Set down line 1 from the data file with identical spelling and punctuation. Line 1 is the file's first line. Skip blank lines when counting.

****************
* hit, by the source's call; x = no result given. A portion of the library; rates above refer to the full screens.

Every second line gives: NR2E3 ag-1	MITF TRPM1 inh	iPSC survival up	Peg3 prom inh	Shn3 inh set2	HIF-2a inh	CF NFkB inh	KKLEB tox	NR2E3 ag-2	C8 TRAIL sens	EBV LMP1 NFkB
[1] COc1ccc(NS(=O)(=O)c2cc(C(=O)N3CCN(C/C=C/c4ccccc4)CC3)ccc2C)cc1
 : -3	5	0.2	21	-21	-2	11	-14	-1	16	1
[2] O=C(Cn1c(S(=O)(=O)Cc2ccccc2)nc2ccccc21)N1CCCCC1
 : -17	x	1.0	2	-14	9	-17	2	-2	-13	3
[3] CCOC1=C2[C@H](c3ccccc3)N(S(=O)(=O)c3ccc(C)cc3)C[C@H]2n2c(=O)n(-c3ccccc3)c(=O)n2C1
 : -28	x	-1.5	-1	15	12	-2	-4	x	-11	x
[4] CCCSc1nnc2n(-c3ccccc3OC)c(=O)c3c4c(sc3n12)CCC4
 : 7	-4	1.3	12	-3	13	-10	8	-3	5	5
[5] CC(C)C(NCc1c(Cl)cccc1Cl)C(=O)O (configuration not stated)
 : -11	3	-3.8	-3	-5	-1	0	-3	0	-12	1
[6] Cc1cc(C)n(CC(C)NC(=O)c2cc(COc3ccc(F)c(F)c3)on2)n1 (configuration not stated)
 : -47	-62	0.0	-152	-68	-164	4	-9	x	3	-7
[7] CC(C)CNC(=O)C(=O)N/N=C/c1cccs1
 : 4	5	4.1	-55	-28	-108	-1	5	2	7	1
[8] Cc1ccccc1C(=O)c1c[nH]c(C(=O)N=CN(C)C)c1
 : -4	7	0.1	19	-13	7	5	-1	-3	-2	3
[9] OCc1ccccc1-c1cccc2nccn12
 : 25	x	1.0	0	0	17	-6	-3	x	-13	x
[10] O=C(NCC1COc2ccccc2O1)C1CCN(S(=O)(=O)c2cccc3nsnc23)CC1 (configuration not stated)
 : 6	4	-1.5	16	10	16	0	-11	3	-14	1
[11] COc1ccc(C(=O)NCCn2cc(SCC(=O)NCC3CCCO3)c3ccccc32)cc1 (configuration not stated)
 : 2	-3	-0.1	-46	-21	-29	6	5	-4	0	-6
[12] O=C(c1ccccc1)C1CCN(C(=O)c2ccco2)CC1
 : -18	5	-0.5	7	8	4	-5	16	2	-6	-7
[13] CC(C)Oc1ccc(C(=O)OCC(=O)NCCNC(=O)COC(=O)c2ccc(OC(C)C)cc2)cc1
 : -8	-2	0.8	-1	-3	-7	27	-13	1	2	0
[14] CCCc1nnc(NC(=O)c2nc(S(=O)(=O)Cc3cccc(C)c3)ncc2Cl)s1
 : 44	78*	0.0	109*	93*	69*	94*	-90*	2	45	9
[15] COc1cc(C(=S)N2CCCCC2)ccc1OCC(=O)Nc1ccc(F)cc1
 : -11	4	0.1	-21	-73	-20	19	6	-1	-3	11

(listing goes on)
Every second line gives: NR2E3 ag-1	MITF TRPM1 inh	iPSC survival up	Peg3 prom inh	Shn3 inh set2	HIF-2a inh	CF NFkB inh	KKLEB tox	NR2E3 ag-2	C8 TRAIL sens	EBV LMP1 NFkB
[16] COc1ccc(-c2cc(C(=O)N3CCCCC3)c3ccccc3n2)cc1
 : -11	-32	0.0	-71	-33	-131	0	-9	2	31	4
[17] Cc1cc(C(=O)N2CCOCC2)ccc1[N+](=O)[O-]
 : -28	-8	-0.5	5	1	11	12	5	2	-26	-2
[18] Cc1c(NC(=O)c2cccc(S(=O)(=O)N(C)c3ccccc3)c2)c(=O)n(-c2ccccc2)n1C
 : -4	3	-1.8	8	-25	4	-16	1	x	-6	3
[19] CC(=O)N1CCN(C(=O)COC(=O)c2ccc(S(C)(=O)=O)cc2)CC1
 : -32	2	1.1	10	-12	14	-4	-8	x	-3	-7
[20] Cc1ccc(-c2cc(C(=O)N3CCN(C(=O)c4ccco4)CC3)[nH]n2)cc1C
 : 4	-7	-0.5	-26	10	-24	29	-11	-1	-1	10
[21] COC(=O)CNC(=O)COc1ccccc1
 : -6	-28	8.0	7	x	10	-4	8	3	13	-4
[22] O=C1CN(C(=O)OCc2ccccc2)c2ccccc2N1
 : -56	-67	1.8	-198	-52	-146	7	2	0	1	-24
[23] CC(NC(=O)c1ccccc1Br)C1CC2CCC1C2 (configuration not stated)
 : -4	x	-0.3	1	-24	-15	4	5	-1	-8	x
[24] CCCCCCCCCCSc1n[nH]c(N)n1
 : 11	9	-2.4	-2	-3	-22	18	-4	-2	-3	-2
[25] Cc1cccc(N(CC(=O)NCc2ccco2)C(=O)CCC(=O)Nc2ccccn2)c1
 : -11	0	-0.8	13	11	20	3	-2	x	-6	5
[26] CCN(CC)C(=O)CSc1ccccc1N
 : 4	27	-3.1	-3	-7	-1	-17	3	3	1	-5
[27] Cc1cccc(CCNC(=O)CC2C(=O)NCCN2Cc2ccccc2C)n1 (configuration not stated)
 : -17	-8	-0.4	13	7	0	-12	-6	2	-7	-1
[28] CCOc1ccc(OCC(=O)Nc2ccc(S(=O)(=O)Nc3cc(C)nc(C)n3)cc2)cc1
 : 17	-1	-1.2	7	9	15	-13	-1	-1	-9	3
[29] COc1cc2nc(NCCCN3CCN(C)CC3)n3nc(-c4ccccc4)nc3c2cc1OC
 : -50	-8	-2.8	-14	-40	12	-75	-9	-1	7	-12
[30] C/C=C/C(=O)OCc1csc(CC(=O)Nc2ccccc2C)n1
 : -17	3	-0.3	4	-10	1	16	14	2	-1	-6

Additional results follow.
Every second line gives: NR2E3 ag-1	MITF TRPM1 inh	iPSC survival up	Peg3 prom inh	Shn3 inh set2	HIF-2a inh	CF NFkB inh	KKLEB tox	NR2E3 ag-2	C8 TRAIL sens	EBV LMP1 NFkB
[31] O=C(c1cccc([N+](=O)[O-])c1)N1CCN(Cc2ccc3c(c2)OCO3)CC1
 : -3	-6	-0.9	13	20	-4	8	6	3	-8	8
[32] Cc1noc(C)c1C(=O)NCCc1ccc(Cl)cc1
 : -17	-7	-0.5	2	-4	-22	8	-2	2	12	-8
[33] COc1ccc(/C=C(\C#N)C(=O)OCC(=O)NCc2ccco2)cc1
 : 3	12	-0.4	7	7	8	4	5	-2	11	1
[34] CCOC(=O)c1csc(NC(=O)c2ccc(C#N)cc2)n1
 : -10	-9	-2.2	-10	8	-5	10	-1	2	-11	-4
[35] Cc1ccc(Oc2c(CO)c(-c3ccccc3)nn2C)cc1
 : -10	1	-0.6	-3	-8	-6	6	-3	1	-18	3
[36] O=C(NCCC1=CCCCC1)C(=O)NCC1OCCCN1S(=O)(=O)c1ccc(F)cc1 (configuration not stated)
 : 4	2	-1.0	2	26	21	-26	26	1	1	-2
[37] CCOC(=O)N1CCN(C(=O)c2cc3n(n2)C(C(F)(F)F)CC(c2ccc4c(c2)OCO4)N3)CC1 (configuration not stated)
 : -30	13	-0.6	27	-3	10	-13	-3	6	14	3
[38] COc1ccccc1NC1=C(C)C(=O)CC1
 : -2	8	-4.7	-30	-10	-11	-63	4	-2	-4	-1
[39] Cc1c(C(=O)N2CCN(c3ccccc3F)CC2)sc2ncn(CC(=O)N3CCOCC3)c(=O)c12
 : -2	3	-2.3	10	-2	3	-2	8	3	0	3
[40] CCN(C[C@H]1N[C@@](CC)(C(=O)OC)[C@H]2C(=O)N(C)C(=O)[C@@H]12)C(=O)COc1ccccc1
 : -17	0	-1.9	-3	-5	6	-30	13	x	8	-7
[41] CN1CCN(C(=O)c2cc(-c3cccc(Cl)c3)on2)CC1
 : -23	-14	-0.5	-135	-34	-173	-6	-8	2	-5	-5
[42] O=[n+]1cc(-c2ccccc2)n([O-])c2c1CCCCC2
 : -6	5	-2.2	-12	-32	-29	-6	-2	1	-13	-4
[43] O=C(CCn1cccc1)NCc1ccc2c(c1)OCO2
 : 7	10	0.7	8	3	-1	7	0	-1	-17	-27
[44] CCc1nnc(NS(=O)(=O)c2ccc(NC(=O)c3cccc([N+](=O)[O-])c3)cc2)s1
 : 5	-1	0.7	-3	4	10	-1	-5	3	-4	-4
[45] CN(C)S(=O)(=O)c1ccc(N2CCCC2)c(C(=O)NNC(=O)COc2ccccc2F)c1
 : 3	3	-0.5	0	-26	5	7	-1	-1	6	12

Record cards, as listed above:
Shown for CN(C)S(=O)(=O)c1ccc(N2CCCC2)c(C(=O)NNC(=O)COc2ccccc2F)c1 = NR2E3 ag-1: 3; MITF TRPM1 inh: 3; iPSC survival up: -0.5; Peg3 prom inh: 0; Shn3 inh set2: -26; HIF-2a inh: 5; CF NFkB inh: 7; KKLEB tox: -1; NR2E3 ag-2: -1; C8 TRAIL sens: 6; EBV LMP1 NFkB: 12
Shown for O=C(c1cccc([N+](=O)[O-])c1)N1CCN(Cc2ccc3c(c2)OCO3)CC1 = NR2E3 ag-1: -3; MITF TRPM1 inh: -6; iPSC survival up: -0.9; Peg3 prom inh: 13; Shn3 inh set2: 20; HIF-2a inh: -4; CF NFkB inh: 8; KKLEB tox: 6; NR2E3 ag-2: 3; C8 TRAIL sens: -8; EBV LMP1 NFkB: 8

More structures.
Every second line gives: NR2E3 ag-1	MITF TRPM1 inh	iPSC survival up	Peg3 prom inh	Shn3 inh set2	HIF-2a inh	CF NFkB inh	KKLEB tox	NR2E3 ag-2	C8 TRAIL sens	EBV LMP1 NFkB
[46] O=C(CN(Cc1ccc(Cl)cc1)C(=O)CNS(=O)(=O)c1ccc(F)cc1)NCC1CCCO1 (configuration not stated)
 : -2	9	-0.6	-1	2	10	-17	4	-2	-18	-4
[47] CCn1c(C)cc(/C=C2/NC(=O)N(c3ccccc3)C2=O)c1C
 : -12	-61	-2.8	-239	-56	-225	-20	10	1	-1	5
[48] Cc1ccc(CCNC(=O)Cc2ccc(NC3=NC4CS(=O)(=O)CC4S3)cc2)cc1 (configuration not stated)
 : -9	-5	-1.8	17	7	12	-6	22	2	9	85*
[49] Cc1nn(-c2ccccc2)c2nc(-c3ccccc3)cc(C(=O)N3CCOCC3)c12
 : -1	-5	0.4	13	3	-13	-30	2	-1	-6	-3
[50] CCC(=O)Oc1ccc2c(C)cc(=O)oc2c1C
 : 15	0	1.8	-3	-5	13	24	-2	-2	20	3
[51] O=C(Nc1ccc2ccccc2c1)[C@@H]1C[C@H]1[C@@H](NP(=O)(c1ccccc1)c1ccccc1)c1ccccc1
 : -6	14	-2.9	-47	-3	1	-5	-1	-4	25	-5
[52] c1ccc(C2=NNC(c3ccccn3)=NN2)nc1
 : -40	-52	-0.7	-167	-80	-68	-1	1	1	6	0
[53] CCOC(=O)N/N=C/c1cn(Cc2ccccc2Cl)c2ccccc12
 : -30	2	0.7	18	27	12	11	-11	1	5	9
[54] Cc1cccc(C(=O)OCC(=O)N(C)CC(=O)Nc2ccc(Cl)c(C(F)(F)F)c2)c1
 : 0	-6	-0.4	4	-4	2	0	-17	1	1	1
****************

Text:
* hit, by the source's call; x = no result given. A portion of the library; rates above refer to the full screens.